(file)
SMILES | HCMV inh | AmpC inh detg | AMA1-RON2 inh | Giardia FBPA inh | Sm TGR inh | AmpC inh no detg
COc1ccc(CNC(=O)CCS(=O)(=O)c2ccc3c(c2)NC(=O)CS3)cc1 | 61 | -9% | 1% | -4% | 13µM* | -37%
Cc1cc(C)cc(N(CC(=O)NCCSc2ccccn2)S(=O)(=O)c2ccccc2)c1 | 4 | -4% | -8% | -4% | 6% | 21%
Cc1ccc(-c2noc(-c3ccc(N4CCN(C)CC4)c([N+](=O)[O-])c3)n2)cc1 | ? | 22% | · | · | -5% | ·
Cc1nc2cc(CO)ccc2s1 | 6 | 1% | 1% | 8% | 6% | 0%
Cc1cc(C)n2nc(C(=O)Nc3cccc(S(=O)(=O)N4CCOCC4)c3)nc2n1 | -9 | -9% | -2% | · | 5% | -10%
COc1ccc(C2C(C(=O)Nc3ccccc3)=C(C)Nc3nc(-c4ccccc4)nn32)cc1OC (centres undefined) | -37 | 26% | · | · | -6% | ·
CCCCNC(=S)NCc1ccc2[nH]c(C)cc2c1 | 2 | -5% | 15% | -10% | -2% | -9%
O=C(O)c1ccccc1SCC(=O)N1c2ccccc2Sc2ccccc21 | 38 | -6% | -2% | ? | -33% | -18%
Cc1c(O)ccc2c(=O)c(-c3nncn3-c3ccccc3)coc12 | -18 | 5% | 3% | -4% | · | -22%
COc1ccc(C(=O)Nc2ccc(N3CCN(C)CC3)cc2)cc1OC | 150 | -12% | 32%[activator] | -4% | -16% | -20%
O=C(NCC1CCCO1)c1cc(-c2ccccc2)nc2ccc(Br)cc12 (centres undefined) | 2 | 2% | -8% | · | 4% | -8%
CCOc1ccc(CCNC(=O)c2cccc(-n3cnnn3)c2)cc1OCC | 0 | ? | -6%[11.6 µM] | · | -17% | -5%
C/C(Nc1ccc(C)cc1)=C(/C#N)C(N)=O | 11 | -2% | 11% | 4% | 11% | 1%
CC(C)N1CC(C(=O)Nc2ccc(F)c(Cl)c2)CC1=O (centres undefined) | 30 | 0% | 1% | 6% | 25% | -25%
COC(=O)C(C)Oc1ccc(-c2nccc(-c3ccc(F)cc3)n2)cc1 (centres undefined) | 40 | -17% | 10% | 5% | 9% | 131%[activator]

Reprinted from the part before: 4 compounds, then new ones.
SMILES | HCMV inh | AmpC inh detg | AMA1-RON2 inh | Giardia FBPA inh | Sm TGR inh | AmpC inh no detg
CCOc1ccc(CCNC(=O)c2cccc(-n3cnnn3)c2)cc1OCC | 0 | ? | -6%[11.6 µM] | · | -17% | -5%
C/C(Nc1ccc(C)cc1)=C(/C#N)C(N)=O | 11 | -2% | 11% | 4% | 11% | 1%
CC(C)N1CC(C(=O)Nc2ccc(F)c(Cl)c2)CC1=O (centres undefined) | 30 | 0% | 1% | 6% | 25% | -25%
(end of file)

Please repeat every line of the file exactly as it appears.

SMILES | HCMV inh | AmpC inh detg | AMA1-RON2 inh | Giardia FBPA inh | Sm TGR inh | AmpC inh no detg
COc1ccc(CNC(=O)CCS(=O)(=O)c2ccc3c(c2)NC(=O)CS3)cc1 | 61 | -9% | 1% | -4% | 13µM* | -37%
Cc1cc(C)cc(N(CC(=O)NCCSc2ccccn2)S(=O)(=O)c2ccccc2)c1 | 4 | -4% | -8% | -4% | 6% | 21%
Cc1ccc(-c2noc(-c3ccc(N4CCN(C)CC4)c([N+](=O)[O-])c3)n2)cc1 | ? | 22% | · | · | -5% | ·
Cc1nc2cc(CO)ccc2s1 | 6 | 1% | 1% | 8% | 6% | 0%
Cc1cc(C)n2nc(C(=O)Nc3cccc(S(=O)(=O)N4CCOCC4)c3)nc2n1 | -9 | -9% | -2% | · | 5% | -10%
COc1ccc(C2C(C(=O)Nc3ccccc3)=C(C)Nc3nc(-c4ccccc4)nn32)cc1OC (centres undefined) | -37 | 26% | · | · | -6% | ·
CCCCNC(=S)NCc1ccc2[nH]c(C)cc2c1 | 2 | -5% | 15% | -10% | -2% | -9%
O=C(O)c1ccccc1SCC(=O)N1c2ccccc2Sc2ccccc21 | 38 | -6% | -2% | ? | -33% | -18%
Cc1c(O)ccc2c(=O)c(-c3nncn3-c3ccccc3)coc12 | -18 | 5% | 3% | -4% | · | -22%
COc1ccc(C(=O)Nc2ccc(N3CCN(C)CC3)cc2)cc1OC | 150 | -12% | 32%[activator] | -4% | -16% | -20%
O=C(NCC1CCCO1)c1cc(-c2ccccc2)nc2ccc(Br)cc12 (centres undefined) | 2 | 2% | -8% | · | 4% | -8%
CCOc1ccc(CCNC(=O)c2cccc(-n3cnnn3)c2)cc1OCC | 0 | ? | -6%[11.6 µM] | · | -17% | -5%
C/C(Nc1ccc(C)cc1)=C(/C#N)C(N)=O | 11 | -2% | 11% | 4% | 11% | 1%
CC(C)N1CC(C(=O)Nc2ccc(F)c(Cl)c2)CC1=O (centres undefined) | 30 | 0% | 1% | 6% | 25% | -25%
COC(=O)C(C)Oc1ccc(-c2nccc(-c3ccc(F)cc3)n2)cc1 (centres undefined) | 40 | -17% | 10% | 5% | 9% | 131%[activator]

Reprinted from the part before: 4 compounds, then new ones.
SMILES | HCMV inh | AmpC inh detg | AMA1-RON2 inh | Giardia FBPA inh | Sm TGR inh | AmpC inh no detg
CCOc1ccc(CCNC(=O)c2cccc(-n3cnnn3)c2)cc1OCC | 0 | ? | -6%[11.6 µM] | · | -17% | -5%
C/C(Nc1ccc(C)cc1)=C(/C#N)C(N)=O | 11 | -2% | 11% | 4% | 11% | 1%
CC(C)N1CC(C(=O)Nc2ccc(F)c(Cl)c2)CC1=O (centres undefined) | 30 | 0% | 1% | 6% | 25% | -25%